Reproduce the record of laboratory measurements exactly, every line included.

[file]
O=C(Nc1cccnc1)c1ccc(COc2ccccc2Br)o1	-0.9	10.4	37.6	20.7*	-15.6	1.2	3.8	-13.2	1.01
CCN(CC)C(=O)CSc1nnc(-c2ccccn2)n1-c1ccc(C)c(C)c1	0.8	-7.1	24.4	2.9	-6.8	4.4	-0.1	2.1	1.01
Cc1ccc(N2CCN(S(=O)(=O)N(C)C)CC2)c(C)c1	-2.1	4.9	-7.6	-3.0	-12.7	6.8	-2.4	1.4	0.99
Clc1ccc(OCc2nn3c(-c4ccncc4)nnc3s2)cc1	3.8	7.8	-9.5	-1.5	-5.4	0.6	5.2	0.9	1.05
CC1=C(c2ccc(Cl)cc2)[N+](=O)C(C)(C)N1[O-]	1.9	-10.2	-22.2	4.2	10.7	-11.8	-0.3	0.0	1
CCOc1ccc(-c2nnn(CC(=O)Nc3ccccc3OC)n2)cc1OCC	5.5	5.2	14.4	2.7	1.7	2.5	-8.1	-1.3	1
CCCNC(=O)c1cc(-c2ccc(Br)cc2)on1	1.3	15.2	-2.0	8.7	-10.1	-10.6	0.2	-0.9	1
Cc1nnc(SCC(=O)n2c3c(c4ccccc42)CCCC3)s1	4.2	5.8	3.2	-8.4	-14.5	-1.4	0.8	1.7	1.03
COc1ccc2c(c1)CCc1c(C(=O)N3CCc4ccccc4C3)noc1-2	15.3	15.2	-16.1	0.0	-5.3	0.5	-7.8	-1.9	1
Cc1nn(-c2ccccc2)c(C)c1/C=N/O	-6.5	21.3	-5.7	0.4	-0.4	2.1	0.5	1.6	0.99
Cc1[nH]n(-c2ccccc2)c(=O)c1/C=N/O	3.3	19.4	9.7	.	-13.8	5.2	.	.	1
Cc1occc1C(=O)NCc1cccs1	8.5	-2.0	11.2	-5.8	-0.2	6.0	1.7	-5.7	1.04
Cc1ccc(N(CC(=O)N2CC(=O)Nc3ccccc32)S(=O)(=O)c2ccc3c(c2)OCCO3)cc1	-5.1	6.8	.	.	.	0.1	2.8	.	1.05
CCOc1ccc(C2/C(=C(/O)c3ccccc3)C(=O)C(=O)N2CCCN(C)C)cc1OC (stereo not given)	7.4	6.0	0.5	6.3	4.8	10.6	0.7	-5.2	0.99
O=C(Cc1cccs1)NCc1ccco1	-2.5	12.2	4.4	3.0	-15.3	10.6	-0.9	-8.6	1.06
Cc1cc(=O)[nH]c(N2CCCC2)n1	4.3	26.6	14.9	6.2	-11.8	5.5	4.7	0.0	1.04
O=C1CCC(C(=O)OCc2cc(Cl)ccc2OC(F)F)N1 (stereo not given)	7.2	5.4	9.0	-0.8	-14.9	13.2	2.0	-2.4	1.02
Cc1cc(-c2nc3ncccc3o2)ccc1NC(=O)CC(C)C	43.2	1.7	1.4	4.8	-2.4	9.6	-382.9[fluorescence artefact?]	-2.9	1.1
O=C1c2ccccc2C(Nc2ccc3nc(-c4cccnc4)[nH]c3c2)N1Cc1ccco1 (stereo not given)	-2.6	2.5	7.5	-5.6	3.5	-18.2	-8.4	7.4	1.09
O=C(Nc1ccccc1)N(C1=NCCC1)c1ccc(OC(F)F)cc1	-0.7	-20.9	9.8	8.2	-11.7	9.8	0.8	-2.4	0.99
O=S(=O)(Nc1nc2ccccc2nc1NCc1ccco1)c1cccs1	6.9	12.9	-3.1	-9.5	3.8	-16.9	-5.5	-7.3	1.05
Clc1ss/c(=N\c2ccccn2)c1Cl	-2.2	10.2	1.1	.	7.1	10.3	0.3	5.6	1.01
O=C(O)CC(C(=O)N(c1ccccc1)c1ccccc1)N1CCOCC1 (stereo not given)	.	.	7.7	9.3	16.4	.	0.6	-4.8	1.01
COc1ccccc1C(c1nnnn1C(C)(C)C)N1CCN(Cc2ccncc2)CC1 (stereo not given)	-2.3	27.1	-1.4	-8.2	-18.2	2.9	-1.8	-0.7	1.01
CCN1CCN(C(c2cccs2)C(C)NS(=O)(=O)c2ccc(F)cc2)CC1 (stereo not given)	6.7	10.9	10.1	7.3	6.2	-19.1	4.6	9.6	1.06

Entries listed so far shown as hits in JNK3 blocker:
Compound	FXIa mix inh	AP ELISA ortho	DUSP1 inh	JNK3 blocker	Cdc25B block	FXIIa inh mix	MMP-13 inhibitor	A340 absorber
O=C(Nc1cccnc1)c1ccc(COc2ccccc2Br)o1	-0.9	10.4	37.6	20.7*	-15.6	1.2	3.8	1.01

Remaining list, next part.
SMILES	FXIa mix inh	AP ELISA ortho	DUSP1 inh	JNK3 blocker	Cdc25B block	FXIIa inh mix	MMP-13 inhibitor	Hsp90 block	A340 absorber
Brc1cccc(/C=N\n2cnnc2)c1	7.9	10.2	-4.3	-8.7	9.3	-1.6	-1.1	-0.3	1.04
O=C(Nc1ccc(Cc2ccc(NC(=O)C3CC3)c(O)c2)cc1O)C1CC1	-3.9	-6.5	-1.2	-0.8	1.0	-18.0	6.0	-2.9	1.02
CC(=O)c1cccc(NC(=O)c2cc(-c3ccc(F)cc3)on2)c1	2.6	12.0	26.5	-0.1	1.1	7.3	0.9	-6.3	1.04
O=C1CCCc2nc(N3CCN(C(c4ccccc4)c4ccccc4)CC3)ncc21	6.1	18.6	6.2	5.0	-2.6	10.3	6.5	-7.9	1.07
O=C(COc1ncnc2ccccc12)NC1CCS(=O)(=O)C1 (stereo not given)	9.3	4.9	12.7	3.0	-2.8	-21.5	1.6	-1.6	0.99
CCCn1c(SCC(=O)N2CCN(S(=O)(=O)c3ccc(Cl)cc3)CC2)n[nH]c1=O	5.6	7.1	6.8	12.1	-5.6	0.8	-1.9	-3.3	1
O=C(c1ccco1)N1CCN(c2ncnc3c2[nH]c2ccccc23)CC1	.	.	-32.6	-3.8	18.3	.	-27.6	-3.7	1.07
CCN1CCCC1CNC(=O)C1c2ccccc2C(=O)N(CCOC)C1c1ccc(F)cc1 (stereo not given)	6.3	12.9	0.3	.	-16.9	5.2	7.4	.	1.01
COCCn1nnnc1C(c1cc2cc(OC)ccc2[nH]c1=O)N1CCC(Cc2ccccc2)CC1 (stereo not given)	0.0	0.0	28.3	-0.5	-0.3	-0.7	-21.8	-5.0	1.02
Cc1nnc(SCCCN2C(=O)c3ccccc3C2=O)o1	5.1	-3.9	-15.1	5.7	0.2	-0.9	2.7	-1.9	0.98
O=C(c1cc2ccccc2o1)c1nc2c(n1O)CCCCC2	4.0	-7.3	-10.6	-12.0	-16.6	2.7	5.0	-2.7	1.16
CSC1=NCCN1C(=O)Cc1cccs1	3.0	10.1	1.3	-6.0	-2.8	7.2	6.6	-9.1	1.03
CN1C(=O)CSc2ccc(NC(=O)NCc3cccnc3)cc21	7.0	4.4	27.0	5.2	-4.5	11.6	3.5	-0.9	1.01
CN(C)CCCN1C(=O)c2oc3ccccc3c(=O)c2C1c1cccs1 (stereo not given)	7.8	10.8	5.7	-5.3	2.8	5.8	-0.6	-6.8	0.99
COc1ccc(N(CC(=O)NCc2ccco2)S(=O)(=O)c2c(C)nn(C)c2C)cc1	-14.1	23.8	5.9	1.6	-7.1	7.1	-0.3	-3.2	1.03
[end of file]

O=C(Nc1cccnc1)c1ccc(COc2ccccc2Br)o1	-0.9	10.4	37.6	20.7*	-15.6	1.2	3.8	-13.2	1.01
CCN(CC)C(=O)CSc1nnc(-c2ccccn2)n1-c1ccc(C)c(C)c1	0.8	-7.1	24.4	2.9	-6.8	4.4	-0.1	2.1	1.01
Cc1ccc(N2CCN(S(=O)(=O)N(C)C)CC2)c(C)c1	-2.1	4.9	-7.6	-3.0	-12.7	6.8	-2.4	1.4	0.99
Clc1ccc(OCc2nn3c(-c4ccncc4)nnc3s2)cc1	3.8	7.8	-9.5	-1.5	-5.4	0.6	5.2	0.9	1.05
CC1=C(c2ccc(Cl)cc2)[N+](=O)C(C)(C)N1[O-]	1.9	-10.2	-22.2	4.2	10.7	-11.8	-0.3	0.0	1
CCOc1ccc(-c2nnn(CC(=O)Nc3ccccc3OC)n2)cc1OCC	5.5	5.2	14.4	2.7	1.7	2.5	-8.1	-1.3	1
CCCNC(=O)c1cc(-c2ccc(Br)cc2)on1	1.3	15.2	-2.0	8.7	-10.1	-10.6	0.2	-0.9	1
Cc1nnc(SCC(=O)n2c3c(c4ccccc42)CCCC3)s1	4.2	5.8	3.2	-8.4	-14.5	-1.4	0.8	1.7	1.03
COc1ccc2c(c1)CCc1c(C(=O)N3CCc4ccccc4C3)noc1-2	15.3	15.2	-16.1	0.0	-5.3	0.5	-7.8	-1.9	1
Cc1nn(-c2ccccc2)c(C)c1/C=N/O	-6.5	21.3	-5.7	0.4	-0.4	2.1	0.5	1.6	0.99
Cc1[nH]n(-c2ccccc2)c(=O)c1/C=N/O	3.3	19.4	9.7	.	-13.8	5.2	.	.	1
Cc1occc1C(=O)NCc1cccs1	8.5	-2.0	11.2	-5.8	-0.2	6.0	1.7	-5.7	1.04
Cc1ccc(N(CC(=O)N2CC(=O)Nc3ccccc32)S(=O)(=O)c2ccc3c(c2)OCCO3)cc1	-5.1	6.8	.	.	.	0.1	2.8	.	1.05
CCOc1ccc(C2/C(=C(/O)c3ccccc3)C(=O)C(=O)N2CCCN(C)C)cc1OC (stereo not given)	7.4	6.0	0.5	6.3	4.8	10.6	0.7	-5.2	0.99
O=C(Cc1cccs1)NCc1ccco1	-2.5	12.2	4.4	3.0	-15.3	10.6	-0.9	-8.6	1.06
Cc1cc(=O)[nH]c(N2CCCC2)n1	4.3	26.6	14.9	6.2	-11.8	5.5	4.7	0.0	1.04
O=C1CCC(C(=O)OCc2cc(Cl)ccc2OC(F)F)N1 (stereo not given)	7.2	5.4	9.0	-0.8	-14.9	13.2	2.0	-2.4	1.02
Cc1cc(-c2nc3ncccc3o2)ccc1NC(=O)CC(C)C	43.2	1.7	1.4	4.8	-2.4	9.6	-382.9[fluorescence artefact?]	-2.9	1.1
O=C1c2ccccc2C(Nc2ccc3nc(-c4cccnc4)[nH]c3c2)N1Cc1ccco1 (stereo not given)	-2.6	2.5	7.5	-5.6	3.5	-18.2	-8.4	7.4	1.09
O=C(Nc1ccccc1)N(C1=NCCC1)c1ccc(OC(F)F)cc1	-0.7	-20.9	9.8	8.2	-11.7	9.8	0.8	-2.4	0.99
O=S(=O)(Nc1nc2ccccc2nc1NCc1ccco1)c1cccs1	6.9	12.9	-3.1	-9.5	3.8	-16.9	-5.5	-7.3	1.05
Clc1ss/c(=N\c2ccccn2)c1Cl	-2.2	10.2	1.1	.	7.1	10.3	0.3	5.6	1.01
O=C(O)CC(C(=O)N(c1ccccc1)c1ccccc1)N1CCOCC1 (stereo not given)	.	.	7.7	9.3	16.4	.	0.6	-4.8	1.01
COc1ccccc1C(c1nnnn1C(C)(C)C)N1CCN(Cc2ccncc2)CC1 (stereo not given)	-2.3	27.1	-1.4	-8.2	-18.2	2.9	-1.8	-0.7	1.01
CCN1CCN(C(c2cccs2)C(C)NS(=O)(=O)c2ccc(F)cc2)CC1 (stereo not given)	6.7	10.9	10.1	7.3	6.2	-19.1	4.6	9.6	1.06

Entries listed so far shown as hits in JNK3 blocker:
Compound	FXIa mix inh	AP ELISA ortho	DUSP1 inh	JNK3 blocker	Cdc25B block	FXIIa inh mix	MMP-13 inhibitor	A340 absorber
O=C(Nc1cccnc1)c1ccc(COc2ccccc2Br)o1	-0.9	10.4	37.6	20.7*	-15.6	1.2	3.8	1.01

Remaining list, next part.
SMILES	FXIa mix inh	AP ELISA ortho	DUSP1 inh	JNK3 blocker	Cdc25B block	FXIIa inh mix	MMP-13 inhibitor	Hsp90 block	A340 absorber
Brc1cccc(/C=N\n2cnnc2)c1	7.9	10.2	-4.3	-8.7	9.3	-1.6	-1.1	-0.3	1.04
O=C(Nc1ccc(Cc2ccc(NC(=O)C3CC3)c(O)c2)cc1O)C1CC1	-3.9	-6.5	-1.2	-0.8	1.0	-18.0	6.0	-2.9	1.02
CC(=O)c1cccc(NC(=O)c2cc(-c3ccc(F)cc3)on2)c1	2.6	12.0	26.5	-0.1	1.1	7.3	0.9	-6.3	1.04
O=C1CCCc2nc(N3CCN(C(c4ccccc4)c4ccccc4)CC3)ncc21	6.1	18.6	6.2	5.0	-2.6	10.3	6.5	-7.9	1.07
O=C(COc1ncnc2ccccc12)NC1CCS(=O)(=O)C1 (stereo not given)	9.3	4.9	12.7	3.0	-2.8	-21.5	1.6	-1.6	0.99
CCCn1c(SCC(=O)N2CCN(S(=O)(=O)c3ccc(Cl)cc3)CC2)n[nH]c1=O	5.6	7.1	6.8	12.1	-5.6	0.8	-1.9	-3.3	1
O=C(c1ccco1)N1CCN(c2ncnc3c2[nH]c2ccccc23)CC1	.	.	-32.6	-3.8	18.3	.	-27.6	-3.7	1.07
CCN1CCCC1CNC(=O)C1c2ccccc2C(=O)N(CCOC)C1c1ccc(F)cc1 (stereo not given)	6.3	12.9	0.3	.	-16.9	5.2	7.4	.	1.01
COCCn1nnnc1C(c1cc2cc(OC)ccc2[nH]c1=O)N1CCC(Cc2ccccc2)CC1 (stereo not given)	0.0	0.0	28.3	-0.5	-0.3	-0.7	-21.8	-5.0	1.02
Cc1nnc(SCCCN2C(=O)c3ccccc3C2=O)o1	5.1	-3.9	-15.1	5.7	0.2	-0.9	2.7	-1.9	0.98
O=C(c1cc2ccccc2o1)c1nc2c(n1O)CCCCC2	4.0	-7.3	-10.6	-12.0	-16.6	2.7	5.0	-2.7	1.16
CSC1=NCCN1C(=O)Cc1cccs1	3.0	10.1	1.3	-6.0	-2.8	7.2	6.6	-9.1	1.03
CN1C(=O)CSc2ccc(NC(=O)NCc3cccnc3)cc21	7.0	4.4	27.0	5.2	-4.5	11.6	3.5	-0.9	1.01
CN(C)CCCN1C(=O)c2oc3ccccc3c(=O)c2C1c1cccs1 (stereo not given)	7.8	10.8	5.7	-5.3	2.8	5.8	-0.6	-6.8	0.99
COc1ccc(N(CC(=O)NCc2ccco2)S(=O)(=O)c2c(C)nn(C)c2C)cc1	-14.1	23.8	5.9	1.6	-7.1	7.1	-0.3	-3.2	1.03